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Prime Minister Haidar al-‘Abadi has faced a drumbeat of criticism from across the political spectrum since the 30 April sacking of parliament by activists loyal to Shia cleric Muqtada al-Sadr. Political leaders, including those previously on friendly terms with Mr ‘Abadi, have speculated that he might have been complicit, but either way was responsible for failing to protect parliament. That four members of parliament were roughed up has also created a strong political backlash against the Sadrist movement.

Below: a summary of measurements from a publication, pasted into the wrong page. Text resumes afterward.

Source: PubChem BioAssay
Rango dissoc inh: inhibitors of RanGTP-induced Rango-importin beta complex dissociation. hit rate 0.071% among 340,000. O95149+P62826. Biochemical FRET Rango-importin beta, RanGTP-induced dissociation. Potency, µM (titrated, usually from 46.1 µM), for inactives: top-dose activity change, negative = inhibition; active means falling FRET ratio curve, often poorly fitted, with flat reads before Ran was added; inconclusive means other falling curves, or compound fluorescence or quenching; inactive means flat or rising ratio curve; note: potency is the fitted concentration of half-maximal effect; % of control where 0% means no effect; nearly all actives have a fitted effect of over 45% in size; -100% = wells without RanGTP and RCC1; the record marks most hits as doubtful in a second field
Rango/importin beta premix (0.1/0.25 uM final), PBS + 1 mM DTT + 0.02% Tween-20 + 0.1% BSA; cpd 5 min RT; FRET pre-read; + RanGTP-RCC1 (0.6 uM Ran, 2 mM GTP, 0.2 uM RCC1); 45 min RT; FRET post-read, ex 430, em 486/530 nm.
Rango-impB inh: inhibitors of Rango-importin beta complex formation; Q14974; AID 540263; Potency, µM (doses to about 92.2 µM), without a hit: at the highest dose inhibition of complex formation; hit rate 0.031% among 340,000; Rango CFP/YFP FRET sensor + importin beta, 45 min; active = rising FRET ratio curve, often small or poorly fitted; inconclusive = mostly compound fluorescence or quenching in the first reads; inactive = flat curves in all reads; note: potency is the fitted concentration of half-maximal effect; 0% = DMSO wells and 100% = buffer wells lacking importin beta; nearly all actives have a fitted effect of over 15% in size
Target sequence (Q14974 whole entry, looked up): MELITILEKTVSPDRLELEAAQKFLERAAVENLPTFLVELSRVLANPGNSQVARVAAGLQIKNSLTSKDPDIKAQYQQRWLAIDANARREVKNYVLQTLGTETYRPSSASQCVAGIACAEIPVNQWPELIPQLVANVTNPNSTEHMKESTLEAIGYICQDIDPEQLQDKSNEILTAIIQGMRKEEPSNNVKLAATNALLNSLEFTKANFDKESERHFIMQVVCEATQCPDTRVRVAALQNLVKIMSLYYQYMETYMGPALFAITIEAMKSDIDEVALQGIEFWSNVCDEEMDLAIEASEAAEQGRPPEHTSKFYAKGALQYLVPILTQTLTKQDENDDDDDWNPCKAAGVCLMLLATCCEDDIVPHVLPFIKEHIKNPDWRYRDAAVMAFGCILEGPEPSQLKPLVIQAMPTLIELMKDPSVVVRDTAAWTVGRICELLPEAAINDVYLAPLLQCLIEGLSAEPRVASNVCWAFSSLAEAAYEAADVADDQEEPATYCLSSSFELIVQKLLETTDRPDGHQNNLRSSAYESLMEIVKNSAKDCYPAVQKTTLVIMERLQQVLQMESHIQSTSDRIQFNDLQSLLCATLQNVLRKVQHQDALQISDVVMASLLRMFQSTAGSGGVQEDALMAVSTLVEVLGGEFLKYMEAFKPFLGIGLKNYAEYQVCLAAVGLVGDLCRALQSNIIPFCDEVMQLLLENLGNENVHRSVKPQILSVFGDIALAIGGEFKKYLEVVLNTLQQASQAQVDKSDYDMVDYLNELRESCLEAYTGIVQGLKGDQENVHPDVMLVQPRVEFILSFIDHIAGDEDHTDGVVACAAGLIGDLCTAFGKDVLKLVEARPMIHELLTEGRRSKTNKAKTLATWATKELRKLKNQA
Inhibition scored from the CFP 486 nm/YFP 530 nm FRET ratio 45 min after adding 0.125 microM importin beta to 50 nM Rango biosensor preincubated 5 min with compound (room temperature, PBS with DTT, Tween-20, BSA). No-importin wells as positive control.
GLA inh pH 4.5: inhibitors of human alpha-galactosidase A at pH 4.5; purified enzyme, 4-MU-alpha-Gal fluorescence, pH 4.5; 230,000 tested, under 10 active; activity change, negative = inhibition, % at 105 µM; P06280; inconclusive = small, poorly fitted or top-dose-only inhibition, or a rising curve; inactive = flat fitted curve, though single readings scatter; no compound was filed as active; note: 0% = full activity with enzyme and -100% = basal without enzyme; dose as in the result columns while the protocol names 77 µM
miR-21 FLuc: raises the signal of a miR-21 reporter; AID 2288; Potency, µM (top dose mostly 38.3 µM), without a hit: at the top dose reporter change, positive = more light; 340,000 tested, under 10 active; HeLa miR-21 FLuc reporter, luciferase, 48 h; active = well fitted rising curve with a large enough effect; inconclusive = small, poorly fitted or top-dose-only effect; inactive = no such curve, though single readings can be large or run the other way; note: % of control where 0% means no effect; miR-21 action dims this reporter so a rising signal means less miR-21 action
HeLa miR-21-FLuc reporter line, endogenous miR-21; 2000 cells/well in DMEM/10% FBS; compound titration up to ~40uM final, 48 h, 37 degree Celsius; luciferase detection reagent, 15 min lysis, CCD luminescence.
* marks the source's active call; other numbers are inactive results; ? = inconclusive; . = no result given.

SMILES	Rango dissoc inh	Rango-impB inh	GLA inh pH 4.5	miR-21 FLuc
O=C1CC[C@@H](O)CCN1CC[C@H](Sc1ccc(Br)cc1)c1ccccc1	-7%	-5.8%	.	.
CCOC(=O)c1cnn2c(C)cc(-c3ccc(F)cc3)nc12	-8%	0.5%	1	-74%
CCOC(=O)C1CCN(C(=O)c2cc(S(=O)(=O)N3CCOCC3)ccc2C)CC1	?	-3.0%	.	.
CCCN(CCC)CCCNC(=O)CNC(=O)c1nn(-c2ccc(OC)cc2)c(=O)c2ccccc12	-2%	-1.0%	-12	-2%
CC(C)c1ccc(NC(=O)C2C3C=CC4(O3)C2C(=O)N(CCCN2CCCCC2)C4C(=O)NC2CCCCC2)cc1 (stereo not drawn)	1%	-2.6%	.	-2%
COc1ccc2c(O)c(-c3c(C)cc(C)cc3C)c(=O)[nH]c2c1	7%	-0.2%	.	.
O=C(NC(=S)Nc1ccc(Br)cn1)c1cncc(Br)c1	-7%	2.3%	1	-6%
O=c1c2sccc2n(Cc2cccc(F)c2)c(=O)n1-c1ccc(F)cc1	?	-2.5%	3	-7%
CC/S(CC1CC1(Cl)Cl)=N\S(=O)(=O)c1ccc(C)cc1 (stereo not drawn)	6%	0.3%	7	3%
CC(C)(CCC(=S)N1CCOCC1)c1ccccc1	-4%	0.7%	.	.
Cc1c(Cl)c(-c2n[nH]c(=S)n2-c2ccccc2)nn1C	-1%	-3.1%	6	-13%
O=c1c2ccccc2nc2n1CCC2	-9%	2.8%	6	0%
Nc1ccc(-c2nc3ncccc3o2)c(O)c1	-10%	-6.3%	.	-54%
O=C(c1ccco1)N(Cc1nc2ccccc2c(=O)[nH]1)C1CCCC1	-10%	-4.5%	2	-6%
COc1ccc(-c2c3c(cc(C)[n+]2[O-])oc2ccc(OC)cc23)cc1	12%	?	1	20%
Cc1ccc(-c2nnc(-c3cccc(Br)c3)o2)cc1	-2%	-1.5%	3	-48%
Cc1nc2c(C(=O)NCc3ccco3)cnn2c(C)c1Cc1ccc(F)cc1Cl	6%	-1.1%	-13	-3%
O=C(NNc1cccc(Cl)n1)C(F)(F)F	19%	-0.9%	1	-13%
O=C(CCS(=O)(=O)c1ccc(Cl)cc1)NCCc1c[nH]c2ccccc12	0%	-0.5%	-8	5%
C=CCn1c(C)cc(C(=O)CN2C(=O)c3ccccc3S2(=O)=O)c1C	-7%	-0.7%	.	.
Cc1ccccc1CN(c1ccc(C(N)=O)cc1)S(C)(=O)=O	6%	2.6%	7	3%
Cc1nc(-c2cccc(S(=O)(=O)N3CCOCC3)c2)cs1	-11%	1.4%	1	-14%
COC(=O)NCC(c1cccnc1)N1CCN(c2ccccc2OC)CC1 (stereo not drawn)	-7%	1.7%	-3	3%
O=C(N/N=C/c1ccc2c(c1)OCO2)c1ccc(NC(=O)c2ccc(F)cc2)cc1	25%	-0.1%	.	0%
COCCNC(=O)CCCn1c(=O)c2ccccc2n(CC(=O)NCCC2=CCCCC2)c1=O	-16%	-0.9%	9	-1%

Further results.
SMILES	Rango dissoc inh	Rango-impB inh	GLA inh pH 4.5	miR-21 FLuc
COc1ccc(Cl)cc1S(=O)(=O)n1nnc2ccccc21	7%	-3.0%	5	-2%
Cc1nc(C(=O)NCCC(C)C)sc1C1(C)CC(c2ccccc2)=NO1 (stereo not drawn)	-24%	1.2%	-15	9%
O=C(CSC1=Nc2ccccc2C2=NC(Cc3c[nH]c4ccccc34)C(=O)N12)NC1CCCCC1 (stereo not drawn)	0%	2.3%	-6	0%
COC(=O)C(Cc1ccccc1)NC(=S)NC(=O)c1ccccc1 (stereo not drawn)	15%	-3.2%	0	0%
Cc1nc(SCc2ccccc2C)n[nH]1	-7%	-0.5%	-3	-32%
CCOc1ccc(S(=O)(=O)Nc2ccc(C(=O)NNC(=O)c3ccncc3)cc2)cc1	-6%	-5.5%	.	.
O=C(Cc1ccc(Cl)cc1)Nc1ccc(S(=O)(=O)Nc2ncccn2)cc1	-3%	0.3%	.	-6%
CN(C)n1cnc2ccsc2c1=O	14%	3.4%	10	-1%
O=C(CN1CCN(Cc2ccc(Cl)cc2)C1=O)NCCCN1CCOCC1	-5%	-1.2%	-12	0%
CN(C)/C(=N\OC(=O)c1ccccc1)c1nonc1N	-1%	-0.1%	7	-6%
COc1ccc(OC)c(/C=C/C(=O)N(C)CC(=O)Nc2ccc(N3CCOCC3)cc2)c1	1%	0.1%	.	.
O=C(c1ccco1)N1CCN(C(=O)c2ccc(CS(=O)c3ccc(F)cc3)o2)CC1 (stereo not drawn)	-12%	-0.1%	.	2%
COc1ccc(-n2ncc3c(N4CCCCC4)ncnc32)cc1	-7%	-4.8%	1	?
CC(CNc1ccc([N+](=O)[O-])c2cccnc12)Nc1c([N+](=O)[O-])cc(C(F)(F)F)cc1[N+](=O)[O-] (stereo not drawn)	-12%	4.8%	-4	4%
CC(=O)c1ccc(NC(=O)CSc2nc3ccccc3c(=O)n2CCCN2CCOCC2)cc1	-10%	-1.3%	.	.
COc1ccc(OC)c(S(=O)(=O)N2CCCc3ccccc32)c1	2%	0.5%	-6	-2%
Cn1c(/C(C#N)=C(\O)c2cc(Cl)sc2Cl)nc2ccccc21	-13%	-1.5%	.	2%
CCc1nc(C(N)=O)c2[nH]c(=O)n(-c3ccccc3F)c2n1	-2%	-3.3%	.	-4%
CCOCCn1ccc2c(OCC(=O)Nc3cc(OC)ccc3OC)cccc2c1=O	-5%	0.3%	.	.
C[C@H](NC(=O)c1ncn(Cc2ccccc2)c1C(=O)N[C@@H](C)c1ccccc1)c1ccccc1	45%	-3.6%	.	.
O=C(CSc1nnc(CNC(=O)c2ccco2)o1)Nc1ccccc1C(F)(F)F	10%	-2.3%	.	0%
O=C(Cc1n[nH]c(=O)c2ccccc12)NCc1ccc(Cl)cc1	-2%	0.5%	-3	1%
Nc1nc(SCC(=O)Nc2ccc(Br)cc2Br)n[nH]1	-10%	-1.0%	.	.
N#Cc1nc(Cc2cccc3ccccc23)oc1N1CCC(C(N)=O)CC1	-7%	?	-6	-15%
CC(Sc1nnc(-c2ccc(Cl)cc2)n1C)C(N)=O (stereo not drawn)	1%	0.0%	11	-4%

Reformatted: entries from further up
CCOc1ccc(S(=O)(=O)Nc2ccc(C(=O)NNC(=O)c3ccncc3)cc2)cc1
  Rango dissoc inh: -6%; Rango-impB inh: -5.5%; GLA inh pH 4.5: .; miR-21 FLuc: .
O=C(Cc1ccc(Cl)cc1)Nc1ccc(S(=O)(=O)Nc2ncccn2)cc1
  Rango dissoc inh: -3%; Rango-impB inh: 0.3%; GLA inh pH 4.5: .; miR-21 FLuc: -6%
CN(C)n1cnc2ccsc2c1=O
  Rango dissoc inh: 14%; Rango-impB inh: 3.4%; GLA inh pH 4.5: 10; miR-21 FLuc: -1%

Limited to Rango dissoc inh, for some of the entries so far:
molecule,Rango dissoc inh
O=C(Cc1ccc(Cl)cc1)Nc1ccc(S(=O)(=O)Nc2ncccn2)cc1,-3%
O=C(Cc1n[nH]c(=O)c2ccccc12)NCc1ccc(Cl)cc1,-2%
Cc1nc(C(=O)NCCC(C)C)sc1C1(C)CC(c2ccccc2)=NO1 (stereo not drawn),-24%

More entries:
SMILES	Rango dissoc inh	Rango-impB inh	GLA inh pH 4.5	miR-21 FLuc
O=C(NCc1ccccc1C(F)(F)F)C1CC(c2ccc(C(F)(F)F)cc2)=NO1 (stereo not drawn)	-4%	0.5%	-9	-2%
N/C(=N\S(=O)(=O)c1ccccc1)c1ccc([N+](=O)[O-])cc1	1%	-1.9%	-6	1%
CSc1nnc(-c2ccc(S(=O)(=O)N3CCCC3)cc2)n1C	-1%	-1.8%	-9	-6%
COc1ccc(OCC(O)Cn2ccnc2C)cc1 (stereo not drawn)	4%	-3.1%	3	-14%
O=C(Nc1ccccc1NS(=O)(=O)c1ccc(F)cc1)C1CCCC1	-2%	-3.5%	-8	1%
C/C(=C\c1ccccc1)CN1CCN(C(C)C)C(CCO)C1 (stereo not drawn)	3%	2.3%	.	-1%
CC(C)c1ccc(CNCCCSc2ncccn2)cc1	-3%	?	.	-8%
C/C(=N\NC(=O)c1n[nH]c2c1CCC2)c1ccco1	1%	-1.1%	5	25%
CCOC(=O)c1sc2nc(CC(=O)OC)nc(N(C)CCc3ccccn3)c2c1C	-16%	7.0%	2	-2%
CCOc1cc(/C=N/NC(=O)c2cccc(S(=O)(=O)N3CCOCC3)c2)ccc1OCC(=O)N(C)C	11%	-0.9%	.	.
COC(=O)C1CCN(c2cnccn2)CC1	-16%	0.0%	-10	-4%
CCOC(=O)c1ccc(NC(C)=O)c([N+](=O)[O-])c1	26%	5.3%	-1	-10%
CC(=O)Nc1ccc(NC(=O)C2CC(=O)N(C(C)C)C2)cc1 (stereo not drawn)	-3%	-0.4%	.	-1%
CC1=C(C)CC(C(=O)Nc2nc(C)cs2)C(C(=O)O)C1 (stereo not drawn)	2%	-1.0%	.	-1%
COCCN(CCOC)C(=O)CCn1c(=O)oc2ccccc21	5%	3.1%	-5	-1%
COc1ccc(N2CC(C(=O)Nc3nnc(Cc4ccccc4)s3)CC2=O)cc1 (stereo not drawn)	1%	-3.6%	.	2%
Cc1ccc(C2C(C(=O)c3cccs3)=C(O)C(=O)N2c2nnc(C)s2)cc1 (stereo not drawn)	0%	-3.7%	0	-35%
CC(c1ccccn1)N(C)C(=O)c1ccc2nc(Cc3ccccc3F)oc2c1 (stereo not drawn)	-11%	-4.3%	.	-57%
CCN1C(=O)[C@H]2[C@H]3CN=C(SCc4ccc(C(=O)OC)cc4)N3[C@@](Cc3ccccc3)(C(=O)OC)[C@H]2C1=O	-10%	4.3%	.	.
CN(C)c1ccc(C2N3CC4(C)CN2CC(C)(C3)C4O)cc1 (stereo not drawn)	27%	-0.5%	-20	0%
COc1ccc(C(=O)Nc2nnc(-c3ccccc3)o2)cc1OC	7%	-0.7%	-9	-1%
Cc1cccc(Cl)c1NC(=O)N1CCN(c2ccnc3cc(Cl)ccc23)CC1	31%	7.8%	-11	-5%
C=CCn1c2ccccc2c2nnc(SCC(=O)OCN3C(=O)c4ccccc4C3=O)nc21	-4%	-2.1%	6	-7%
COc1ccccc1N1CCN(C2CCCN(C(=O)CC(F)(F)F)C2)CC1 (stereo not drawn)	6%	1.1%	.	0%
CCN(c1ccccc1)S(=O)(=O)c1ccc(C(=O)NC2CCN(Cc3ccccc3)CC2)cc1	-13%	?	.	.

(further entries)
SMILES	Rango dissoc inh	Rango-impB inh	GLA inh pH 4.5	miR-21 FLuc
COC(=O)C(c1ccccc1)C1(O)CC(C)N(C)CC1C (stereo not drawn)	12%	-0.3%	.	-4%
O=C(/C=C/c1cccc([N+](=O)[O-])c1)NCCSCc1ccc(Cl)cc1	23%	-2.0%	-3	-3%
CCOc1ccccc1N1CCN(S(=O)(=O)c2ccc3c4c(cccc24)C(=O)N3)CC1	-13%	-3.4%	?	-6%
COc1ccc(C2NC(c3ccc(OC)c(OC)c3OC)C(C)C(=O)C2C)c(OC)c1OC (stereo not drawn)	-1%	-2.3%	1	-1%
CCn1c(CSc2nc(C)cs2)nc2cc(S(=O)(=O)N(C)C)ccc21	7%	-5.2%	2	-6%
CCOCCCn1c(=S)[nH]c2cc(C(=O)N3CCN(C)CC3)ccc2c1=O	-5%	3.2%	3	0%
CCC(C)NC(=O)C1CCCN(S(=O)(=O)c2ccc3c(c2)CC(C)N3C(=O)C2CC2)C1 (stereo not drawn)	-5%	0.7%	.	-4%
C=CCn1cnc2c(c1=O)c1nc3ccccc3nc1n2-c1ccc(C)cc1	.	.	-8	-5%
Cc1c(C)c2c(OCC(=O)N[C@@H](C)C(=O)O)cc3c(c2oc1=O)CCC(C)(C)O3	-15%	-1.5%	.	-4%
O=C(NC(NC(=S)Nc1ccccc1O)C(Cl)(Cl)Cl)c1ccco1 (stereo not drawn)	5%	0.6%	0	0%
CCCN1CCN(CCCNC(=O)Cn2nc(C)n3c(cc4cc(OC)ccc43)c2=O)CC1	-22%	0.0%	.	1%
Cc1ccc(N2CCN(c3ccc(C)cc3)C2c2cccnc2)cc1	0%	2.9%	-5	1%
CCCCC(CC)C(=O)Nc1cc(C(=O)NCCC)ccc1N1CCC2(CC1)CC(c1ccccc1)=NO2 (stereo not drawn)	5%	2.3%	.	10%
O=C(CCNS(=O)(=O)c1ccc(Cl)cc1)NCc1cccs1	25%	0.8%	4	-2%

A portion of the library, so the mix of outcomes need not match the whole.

The crisis of constitutional legitimacy has both deepened in parliament and spread to the cabinet. Even before the 30 April ransacking, parliament was in chaos. MPs loyal to former PMs Nuri al-Maliki and Ayad ‘Allawi were refusing to recognize Speaker Salim al-Jiburi, a key ally of Mr ‘Abadi, as legitimate following their failed bid to impeach him last month (MEES, 15 April). Because two of the parliamentarians assaulted during the mob attack were Kurdish, the Kurdish parties have withdrawn their representatives and demanded assurances of security from Baghdad, a move which also helps them prevent the dismissal of their own ministers, most notably Finance Minister Hoshyar Zebari. While they recognize Mr Jiburi, they along with the close to 100 MPs Maliki and ‘Allawi control, have kept parliament from meeting with a quorum. The legislative body is therefore set to remain impotent for some time.
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